It’s been a while since we last heard from the Parker Solar Probe, the NASA spacecraft voted most likely to end up as a blistered chunk of molten metal. An update from the space agency suggests it’s now all systems go for the Sun-bound probe, which recently began its second of 24 planned stellar orbits.
Parker Solar Probe completed its first orbital journey around the Sun, reaching its aphelion point, that is, it’s farthest orbital distance from our star, on January 19, 2019, reported NASA. It’s once again traveling toward its target, with the probe expected to reach its next perihelion, the closest point to the Sun along its orbital path, on April 4, 2019.
The Parker Solar Probe reached this important milestone 161 days into the mission, and it seems everything is going swell so far.
“It’s been an illuminating and fascinating first orbit,” Andy Driesman, the Parker Solar Probe project manager, said in a statement. “We’ve learned a lot about how the spacecraft operates and reacts to the solar environment, and I’m proud to say the team’s projections have been very accurate.”
The probe is currently transmitting data to Earth using NASA’s Deep Space Network, an array of Earth-based radio antennas and spaced-based devices designed to support spacecraft missions. To date, the probe has transmitted 17 gigabits of precious scientific data back to Earth, said NASA, but it won’t be until April that the entire contents of its first sojourn around the Sun will be received back home. The spacecraft is gathering unprecedented data with its suite of instruments—data that will help scientists learn more about the Sun’s corona, and how stellar material and particles produced by the star move through space at high speeds.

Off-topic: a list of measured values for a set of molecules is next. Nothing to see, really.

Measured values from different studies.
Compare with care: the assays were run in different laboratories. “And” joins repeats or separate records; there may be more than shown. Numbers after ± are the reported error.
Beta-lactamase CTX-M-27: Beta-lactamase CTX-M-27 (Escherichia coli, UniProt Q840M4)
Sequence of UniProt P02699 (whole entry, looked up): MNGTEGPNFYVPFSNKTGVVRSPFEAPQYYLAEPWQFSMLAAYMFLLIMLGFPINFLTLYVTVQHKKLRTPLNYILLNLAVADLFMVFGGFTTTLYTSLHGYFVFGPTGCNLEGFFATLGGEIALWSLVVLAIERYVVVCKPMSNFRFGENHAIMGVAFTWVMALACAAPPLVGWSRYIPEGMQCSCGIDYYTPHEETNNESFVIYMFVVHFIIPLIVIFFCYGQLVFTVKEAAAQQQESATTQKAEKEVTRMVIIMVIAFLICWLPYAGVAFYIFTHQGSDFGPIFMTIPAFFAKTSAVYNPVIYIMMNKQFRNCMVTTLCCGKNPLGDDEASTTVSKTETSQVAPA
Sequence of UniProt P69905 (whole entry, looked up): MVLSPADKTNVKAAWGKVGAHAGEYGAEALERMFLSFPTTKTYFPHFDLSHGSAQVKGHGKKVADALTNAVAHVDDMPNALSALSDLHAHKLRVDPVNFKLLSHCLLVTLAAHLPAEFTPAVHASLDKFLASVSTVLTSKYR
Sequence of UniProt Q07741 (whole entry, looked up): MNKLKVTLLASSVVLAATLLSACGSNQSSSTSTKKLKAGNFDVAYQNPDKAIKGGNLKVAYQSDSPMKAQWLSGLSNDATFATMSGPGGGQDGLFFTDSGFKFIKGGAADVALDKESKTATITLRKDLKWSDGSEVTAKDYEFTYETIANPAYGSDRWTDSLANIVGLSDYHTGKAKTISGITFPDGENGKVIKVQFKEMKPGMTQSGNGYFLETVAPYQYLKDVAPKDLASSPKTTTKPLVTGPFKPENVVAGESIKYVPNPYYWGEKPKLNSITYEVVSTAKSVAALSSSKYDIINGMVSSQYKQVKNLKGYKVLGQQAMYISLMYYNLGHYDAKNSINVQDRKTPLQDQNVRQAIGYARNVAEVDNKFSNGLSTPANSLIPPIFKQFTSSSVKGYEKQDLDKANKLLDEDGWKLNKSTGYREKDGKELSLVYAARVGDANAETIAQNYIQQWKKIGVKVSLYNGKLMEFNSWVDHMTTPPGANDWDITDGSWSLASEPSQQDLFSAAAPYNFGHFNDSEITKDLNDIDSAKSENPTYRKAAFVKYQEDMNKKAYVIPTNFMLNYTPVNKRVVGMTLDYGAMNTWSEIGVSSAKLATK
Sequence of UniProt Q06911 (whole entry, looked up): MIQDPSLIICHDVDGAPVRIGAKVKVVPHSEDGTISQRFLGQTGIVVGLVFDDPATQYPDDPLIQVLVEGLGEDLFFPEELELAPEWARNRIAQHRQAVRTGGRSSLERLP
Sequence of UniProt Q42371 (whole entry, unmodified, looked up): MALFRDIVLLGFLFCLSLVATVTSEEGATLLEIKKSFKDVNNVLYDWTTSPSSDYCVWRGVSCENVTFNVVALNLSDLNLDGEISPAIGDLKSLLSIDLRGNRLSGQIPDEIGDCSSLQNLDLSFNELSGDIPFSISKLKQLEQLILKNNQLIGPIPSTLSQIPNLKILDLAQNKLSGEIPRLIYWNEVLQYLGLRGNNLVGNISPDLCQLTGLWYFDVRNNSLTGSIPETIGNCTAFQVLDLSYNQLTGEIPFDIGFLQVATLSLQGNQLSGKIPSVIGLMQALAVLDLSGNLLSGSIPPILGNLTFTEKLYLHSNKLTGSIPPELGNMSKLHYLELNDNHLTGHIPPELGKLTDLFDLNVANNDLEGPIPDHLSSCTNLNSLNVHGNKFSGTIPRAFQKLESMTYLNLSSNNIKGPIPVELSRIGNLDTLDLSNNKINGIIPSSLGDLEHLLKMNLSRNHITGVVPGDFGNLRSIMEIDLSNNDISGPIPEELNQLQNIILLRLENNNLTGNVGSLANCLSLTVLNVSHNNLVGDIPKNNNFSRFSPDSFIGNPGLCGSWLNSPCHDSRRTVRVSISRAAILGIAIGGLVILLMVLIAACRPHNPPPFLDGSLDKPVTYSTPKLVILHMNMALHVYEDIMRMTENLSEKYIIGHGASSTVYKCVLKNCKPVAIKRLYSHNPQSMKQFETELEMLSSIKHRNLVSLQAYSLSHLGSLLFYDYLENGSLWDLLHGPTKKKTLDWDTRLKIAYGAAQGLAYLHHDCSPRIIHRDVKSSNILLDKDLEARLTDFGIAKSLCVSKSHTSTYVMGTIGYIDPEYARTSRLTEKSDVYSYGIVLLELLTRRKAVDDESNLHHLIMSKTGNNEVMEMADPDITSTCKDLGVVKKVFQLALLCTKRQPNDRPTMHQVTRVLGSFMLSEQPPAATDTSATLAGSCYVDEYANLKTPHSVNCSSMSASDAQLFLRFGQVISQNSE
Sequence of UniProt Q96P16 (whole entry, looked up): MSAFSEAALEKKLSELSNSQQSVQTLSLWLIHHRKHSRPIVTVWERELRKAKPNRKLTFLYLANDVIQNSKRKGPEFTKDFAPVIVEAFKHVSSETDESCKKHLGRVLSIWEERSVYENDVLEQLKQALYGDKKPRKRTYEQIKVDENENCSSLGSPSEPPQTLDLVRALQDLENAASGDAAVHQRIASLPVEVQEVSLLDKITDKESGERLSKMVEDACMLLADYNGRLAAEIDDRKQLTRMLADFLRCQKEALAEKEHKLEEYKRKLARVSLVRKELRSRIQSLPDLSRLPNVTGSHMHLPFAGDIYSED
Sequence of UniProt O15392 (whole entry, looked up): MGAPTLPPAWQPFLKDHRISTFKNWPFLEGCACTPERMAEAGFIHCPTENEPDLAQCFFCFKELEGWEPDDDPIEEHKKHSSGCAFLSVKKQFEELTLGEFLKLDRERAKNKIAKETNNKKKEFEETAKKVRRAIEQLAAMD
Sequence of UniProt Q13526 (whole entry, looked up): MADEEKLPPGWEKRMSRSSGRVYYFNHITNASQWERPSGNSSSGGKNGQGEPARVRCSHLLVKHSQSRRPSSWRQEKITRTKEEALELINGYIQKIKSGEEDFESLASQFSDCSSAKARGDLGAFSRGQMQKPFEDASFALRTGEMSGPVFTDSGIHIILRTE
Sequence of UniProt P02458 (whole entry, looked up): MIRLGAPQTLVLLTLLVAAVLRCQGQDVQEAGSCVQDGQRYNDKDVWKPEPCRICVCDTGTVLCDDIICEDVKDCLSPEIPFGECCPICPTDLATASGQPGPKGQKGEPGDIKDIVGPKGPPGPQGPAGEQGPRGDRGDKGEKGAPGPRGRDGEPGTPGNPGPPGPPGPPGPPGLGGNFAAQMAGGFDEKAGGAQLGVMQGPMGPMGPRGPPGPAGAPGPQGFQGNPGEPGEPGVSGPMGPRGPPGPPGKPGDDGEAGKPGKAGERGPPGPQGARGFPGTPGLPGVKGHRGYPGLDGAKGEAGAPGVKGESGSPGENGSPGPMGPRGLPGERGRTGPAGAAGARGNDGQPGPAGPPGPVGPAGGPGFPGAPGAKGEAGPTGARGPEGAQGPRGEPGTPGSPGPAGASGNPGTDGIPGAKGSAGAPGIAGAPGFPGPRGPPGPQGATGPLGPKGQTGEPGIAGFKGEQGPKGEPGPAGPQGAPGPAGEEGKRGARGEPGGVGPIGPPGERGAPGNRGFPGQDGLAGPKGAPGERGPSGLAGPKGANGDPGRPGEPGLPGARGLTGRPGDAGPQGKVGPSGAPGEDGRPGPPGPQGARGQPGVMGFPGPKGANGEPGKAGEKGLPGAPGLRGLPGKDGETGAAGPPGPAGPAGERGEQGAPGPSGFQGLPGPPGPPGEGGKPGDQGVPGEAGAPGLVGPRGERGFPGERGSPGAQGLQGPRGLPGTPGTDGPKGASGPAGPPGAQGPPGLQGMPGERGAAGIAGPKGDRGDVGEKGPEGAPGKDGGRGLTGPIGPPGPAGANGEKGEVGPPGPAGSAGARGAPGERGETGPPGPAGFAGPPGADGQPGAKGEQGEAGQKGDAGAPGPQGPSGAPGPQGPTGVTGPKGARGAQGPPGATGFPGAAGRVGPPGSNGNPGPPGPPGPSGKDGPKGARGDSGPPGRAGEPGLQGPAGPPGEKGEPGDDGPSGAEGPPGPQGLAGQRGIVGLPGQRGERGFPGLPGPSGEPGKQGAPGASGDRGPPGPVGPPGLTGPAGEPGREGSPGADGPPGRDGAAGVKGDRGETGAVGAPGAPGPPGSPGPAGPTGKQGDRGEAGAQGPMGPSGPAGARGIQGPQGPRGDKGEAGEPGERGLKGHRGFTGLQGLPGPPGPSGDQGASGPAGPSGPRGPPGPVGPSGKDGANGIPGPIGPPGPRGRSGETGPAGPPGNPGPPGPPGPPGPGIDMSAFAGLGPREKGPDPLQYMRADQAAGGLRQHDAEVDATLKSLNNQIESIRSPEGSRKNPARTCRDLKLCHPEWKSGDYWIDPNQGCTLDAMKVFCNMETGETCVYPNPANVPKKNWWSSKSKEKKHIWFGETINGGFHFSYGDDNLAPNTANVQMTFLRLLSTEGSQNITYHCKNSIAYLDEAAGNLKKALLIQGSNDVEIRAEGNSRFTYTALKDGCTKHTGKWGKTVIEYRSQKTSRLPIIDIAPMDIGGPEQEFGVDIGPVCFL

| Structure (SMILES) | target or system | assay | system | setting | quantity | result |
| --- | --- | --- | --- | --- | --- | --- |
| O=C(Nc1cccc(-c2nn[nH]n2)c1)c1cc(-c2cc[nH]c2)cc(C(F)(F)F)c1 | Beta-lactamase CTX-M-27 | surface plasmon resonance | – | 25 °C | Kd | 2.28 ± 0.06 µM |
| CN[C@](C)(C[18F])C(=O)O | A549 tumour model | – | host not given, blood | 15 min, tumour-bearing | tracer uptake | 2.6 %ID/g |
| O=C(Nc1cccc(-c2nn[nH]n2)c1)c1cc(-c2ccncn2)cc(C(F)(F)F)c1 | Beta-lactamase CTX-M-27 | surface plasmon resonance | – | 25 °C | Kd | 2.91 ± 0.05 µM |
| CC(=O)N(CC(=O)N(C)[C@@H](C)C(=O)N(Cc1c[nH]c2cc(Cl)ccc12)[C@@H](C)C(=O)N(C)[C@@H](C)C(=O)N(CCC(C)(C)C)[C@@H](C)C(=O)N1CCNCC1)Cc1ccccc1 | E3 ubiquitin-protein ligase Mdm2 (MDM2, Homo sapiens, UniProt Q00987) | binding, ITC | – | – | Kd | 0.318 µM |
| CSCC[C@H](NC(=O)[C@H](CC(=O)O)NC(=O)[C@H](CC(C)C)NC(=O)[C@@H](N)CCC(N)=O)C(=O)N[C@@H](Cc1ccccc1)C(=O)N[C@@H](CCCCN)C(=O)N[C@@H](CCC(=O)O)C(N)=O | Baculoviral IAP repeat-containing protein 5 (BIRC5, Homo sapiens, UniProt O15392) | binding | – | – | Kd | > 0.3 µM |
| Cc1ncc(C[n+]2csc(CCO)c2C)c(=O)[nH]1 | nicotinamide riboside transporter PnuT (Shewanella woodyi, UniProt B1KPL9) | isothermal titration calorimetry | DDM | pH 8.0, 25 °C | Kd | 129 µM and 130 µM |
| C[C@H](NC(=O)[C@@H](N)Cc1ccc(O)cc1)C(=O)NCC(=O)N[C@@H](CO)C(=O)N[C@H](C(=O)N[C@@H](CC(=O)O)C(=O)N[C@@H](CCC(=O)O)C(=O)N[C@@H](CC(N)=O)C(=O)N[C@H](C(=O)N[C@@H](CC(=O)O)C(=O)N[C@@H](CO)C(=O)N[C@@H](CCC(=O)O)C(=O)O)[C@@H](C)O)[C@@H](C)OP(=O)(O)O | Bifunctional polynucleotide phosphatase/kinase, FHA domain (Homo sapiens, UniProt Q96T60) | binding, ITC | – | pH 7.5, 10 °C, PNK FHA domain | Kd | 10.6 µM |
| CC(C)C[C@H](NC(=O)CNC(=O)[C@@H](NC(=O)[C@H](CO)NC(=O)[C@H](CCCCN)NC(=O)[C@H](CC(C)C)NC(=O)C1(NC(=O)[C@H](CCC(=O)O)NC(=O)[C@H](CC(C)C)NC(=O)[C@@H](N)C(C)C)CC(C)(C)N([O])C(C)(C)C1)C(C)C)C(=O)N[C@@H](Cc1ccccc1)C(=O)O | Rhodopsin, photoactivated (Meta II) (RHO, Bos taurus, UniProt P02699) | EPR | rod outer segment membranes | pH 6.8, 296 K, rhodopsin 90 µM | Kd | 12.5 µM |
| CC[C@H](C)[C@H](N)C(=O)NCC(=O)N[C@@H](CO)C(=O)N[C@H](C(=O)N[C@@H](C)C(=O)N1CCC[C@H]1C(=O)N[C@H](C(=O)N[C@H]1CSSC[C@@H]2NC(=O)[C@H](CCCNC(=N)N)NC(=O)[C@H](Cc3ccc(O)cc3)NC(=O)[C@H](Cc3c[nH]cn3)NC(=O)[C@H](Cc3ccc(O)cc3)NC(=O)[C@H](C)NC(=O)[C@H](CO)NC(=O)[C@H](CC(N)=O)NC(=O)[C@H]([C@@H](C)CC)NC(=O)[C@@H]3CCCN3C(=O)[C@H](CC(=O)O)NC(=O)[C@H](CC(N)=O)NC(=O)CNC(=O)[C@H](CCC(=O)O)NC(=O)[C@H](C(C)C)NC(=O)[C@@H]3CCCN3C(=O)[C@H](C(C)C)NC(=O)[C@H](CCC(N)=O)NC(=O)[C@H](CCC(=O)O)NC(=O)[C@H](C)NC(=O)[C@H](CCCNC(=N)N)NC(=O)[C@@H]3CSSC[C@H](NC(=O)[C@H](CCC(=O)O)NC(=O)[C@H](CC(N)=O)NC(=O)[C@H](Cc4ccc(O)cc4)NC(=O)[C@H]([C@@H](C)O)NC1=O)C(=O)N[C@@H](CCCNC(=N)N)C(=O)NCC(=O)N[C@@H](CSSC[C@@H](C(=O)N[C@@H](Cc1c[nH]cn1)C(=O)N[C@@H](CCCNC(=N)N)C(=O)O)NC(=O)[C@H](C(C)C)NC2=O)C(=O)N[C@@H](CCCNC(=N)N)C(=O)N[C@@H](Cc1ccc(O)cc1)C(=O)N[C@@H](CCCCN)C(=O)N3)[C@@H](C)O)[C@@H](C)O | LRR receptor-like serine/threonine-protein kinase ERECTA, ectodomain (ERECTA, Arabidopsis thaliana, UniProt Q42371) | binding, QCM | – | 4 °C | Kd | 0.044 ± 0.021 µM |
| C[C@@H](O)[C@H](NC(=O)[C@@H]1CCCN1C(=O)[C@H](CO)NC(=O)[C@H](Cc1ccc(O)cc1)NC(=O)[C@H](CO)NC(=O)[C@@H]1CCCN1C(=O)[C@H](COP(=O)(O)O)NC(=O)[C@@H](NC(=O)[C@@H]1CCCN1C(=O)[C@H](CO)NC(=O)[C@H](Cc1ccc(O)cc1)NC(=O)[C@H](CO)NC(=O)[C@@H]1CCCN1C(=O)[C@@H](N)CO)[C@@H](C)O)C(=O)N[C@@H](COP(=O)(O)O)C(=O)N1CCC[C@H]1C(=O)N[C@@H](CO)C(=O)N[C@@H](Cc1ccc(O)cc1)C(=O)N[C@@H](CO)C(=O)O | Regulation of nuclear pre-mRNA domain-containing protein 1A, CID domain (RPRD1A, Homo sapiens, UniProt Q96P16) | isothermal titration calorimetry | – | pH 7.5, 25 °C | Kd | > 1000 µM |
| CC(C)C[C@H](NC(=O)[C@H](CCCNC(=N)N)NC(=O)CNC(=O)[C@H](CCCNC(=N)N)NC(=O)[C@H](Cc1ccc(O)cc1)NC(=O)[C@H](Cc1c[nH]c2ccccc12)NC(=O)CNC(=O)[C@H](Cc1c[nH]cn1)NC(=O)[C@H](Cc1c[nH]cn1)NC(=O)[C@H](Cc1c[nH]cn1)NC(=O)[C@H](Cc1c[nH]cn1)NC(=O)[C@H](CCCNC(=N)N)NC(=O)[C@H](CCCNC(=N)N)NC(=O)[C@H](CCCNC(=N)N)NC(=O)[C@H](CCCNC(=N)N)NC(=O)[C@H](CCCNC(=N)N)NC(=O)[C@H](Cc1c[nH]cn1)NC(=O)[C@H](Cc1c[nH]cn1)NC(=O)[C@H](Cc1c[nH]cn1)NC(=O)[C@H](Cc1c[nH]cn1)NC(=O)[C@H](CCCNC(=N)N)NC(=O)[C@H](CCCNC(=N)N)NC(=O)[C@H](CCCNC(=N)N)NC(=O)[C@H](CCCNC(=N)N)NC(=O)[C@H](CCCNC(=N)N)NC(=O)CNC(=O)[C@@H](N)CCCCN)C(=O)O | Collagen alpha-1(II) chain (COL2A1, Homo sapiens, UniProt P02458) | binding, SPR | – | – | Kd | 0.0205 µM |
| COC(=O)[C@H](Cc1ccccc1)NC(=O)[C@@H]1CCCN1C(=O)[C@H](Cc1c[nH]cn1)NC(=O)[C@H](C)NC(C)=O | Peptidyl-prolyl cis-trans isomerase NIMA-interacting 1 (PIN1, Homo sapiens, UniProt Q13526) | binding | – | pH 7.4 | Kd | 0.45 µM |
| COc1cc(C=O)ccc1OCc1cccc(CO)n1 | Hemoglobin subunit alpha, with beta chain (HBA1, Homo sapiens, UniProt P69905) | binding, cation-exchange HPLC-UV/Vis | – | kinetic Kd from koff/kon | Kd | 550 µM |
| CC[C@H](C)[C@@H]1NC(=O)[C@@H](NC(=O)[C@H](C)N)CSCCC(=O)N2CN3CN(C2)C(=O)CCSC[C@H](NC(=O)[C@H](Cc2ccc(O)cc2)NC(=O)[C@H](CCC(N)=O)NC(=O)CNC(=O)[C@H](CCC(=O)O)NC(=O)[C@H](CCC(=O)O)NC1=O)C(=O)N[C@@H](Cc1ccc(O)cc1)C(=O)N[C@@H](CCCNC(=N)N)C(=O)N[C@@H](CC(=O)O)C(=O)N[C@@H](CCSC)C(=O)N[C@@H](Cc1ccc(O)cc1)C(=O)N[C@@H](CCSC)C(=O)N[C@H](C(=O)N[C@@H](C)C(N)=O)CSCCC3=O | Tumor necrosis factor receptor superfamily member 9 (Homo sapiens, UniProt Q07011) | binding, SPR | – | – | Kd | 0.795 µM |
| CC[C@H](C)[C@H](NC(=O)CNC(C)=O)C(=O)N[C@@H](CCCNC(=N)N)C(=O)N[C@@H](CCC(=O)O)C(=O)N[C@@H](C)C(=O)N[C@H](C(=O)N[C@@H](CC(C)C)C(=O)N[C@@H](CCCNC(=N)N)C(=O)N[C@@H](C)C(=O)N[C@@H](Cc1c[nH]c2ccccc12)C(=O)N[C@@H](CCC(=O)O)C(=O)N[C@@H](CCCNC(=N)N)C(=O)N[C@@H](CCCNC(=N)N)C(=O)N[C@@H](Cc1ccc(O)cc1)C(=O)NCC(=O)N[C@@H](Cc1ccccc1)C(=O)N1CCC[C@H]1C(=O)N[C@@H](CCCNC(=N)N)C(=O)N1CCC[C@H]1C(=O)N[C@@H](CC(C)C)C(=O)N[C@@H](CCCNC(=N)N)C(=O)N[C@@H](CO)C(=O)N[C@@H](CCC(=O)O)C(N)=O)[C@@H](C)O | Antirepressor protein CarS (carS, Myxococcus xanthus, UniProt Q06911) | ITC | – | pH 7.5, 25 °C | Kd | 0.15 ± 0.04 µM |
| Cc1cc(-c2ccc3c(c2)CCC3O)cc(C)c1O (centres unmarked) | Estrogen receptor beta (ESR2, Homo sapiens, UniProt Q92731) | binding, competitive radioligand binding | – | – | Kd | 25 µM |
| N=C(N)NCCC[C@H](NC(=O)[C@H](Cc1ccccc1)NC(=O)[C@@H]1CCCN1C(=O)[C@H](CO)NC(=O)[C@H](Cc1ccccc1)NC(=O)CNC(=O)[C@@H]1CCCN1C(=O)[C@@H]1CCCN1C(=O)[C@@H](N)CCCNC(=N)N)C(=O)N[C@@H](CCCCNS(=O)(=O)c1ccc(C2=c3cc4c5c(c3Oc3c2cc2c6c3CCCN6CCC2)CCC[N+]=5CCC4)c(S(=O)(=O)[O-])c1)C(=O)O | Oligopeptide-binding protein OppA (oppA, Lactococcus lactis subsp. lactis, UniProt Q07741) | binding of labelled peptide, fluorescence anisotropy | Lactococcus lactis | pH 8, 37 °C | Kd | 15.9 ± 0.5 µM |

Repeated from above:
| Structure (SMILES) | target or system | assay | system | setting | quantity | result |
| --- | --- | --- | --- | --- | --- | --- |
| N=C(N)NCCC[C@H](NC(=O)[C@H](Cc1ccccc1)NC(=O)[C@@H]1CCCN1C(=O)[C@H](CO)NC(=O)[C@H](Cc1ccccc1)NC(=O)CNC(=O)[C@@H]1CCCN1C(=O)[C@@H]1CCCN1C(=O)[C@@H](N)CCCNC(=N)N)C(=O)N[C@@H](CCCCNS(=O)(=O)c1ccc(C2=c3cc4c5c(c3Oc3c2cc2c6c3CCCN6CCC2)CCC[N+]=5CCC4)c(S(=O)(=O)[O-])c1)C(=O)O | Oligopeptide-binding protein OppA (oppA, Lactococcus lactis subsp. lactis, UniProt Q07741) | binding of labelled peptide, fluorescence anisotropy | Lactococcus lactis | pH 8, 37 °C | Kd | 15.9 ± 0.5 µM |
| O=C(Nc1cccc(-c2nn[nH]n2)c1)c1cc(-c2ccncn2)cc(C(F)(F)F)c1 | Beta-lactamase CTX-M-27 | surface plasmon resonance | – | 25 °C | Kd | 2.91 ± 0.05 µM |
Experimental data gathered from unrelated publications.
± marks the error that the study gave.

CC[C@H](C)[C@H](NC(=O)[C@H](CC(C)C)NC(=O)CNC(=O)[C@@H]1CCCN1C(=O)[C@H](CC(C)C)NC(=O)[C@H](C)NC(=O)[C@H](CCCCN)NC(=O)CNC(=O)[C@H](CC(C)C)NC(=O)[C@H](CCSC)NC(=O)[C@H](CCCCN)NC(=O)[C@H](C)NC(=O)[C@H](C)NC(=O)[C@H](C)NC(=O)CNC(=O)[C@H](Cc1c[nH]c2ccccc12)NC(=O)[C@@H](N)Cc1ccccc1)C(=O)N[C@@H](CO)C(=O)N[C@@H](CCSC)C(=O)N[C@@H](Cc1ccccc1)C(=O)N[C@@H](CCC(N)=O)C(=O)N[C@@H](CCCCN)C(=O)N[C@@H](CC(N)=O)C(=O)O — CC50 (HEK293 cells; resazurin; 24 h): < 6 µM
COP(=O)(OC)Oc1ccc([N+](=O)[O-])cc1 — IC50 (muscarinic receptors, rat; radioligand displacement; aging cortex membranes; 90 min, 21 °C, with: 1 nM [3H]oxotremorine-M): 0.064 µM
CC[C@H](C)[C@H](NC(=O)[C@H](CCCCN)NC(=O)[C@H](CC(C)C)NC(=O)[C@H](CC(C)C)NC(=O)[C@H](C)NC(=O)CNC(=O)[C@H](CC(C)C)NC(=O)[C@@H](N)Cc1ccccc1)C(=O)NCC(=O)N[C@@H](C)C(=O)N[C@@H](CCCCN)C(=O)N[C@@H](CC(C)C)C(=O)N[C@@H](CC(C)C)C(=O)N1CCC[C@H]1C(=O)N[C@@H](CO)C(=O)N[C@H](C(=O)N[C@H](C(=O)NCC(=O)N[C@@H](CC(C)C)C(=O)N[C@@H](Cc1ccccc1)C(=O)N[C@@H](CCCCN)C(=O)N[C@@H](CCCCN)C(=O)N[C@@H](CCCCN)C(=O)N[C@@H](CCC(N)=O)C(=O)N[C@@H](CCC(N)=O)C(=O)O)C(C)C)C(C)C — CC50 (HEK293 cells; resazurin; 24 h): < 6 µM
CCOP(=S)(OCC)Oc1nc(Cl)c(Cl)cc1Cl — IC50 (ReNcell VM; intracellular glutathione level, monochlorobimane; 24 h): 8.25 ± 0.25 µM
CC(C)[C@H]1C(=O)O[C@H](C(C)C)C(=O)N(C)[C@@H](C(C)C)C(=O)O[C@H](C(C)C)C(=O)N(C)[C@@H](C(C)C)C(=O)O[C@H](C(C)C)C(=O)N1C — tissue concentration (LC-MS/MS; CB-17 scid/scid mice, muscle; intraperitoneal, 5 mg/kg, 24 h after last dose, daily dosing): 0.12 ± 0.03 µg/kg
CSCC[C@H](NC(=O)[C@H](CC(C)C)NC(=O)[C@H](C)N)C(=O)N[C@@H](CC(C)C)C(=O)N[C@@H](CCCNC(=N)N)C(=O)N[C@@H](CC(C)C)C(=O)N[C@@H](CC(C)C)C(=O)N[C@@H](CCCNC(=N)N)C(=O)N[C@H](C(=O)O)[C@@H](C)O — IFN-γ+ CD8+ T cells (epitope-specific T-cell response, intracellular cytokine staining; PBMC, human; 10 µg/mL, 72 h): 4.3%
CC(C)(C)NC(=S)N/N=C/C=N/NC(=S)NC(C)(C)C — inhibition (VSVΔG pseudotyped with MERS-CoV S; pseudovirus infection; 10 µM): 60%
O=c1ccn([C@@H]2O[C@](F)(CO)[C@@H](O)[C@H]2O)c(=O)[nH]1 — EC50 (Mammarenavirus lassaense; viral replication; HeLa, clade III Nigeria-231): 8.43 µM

Project scientist Nour Raouafi said the data collected thus far has hinted at “many new things that we’ve not seen before and at potential new discoveries.” The Parker Solar Probe, he said in the statement, “is delivering on the mission’s promise of revealing the mysteries of our Sun.”
Another important milestone came a few weeks before aphelion, when Parker entered into its full operational status, or Phase E, on New Year’s Day. All of the probe’s systems are now online and functioning per specifications, reported NASA.
The Parker team can now set their sites on the April perihelion, when the probe will swing by the Sun at a distance of 24.1 million kilometers (15 million miles), which will establish a new record for a human-built object. On October 29, 2018, Parker set the proximity record when it came to within 42.7 million kilometers (26.5 million miles) of the Sun’s surface, shattering the old record held by the Helios 2 probe. The probe’s closest distance is expected in June 2025, at which time it’ll be about 6.16 million kilometers (3.83 million miles) from the Sun. At that proximity, Parker will only require about 88 days to make a complete orbit around the star, and it’ll be traveling at approximately 430,000 miles per hour—fast enough to get from Philadelphia to Washington, D.C., in a single second.
In preparation for the April perihelion, mission controllers are making storage space by deleting files already transmitted to Earth and sending updated positional and navigational info, including an automated command sequence that should keep the probe busy for about a month.
Godspeed on your second trip around the Sun, Parker probe!